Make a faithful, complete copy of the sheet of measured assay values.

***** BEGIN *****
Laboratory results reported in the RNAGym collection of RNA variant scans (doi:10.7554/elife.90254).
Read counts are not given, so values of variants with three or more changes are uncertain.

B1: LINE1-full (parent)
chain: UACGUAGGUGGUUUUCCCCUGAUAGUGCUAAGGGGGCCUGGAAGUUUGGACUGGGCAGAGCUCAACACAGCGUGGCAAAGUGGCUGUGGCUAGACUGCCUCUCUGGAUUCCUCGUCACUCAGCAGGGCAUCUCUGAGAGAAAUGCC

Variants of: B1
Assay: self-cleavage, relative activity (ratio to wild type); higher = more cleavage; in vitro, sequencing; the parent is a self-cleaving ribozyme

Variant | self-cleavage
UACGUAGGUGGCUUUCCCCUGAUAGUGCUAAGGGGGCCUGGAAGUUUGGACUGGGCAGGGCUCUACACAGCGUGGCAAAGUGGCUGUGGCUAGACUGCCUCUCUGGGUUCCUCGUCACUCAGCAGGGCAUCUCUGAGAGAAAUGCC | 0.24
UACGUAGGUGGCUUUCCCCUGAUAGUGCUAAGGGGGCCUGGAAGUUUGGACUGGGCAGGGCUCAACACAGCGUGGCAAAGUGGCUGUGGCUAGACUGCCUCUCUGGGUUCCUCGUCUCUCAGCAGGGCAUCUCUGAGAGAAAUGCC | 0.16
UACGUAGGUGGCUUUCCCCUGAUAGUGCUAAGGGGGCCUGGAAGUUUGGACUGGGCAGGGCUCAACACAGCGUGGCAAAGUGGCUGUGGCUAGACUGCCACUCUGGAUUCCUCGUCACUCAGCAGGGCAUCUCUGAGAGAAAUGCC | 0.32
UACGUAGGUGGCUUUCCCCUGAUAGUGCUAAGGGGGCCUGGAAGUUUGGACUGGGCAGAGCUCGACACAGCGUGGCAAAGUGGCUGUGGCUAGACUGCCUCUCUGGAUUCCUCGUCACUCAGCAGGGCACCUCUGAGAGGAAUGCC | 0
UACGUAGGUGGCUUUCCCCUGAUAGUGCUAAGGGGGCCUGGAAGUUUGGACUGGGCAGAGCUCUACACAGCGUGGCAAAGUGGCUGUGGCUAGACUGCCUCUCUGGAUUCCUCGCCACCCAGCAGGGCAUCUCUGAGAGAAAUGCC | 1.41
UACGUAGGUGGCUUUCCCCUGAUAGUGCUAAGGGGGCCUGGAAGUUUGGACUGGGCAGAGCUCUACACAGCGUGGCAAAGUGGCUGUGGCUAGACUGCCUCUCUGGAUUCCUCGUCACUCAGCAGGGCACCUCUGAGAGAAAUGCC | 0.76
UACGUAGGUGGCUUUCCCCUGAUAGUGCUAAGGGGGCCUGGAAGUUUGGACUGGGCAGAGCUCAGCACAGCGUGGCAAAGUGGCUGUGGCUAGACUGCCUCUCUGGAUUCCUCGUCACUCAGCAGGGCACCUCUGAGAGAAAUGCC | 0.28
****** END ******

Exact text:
Laboratory results reported in the RNAGym collection of RNA variant scans (doi:10.7554/elife.90254).
Read counts are not given, so values of variants with three or more changes are uncertain.

B1: LINE1-full (parent)
chain: UACGUAGGUGGUUUUCCCCUGAUAGUGCUAAGGGGGCCUGGAAGUUUGGACUGGGCAGAGCUCAACACAGCGUGGCAAAGUGGCUGUGGCUAGACUGCCUCUCUGGAUUCCUCGUCACUCAGCAGGGCAUCUCUGAGAGAAAUGCC

Variants of: B1
Assay: self-cleavage, relative activity (ratio to wild type); higher = more cleavage; in vitro, sequencing; the parent is a self-cleaving ribozyme

Variant | self-cleavage
UACGUAGGUGGCUUUCCCCUGAUAGUGCUAAGGGGGCCUGGAAGUUUGGACUGGGCAGGGCUCUACACAGCGUGGCAAAGUGGCUGUGGCUAGACUGCCUCUCUGGGUUCCUCGUCACUCAGCAGGGCAUCUCUGAGAGAAAUGCC | 0.24
UACGUAGGUGGCUUUCCCCUGAUAGUGCUAAGGGGGCCUGGAAGUUUGGACUGGGCAGGGCUCAACACAGCGUGGCAAAGUGGCUGUGGCUAGACUGCCUCUCUGGGUUCCUCGUCUCUCAGCAGGGCAUCUCUGAGAGAAAUGCC | 0.16
UACGUAGGUGGCUUUCCCCUGAUAGUGCUAAGGGGGCCUGGAAGUUUGGACUGGGCAGGGCUCAACACAGCGUGGCAAAGUGGCUGUGGCUAGACUGCCACUCUGGAUUCCUCGUCACUCAGCAGGGCAUCUCUGAGAGAAAUGCC | 0.32
UACGUAGGUGGCUUUCCCCUGAUAGUGCUAAGGGGGCCUGGAAGUUUGGACUGGGCAGAGCUCGACACAGCGUGGCAAAGUGGCUGUGGCUAGACUGCCUCUCUGGAUUCCUCGUCACUCAGCAGGGCACCUCUGAGAGGAAUGCC | 0
UACGUAGGUGGCUUUCCCCUGAUAGUGCUAAGGGGGCCUGGAAGUUUGGACUGGGCAGAGCUCUACACAGCGUGGCAAAGUGGCUGUGGCUAGACUGCCUCUCUGGAUUCCUCGCCACCCAGCAGGGCAUCUCUGAGAGAAAUGCC | 1.41
UACGUAGGUGGCUUUCCCCUGAUAGUGCUAAGGGGGCCUGGAAGUUUGGACUGGGCAGAGCUCUACACAGCGUGGCAAAGUGGCUGUGGCUAGACUGCCUCUCUGGAUUCCUCGUCACUCAGCAGGGCACCUCUGAGAGAAAUGCC | 0.76
UACGUAGGUGGCUUUCCCCUGAUAGUGCUAAGGGGGCCUGGAAGUUUGGACUGGGCAGAGCUCAGCACAGCGUGGCAAAGUGGCUGUGGCUAGACUGCCUCUCUGGAUUCCUCGUCACUCAGCAGGGCACCUCUGAGAGAAAUGCC | 0.28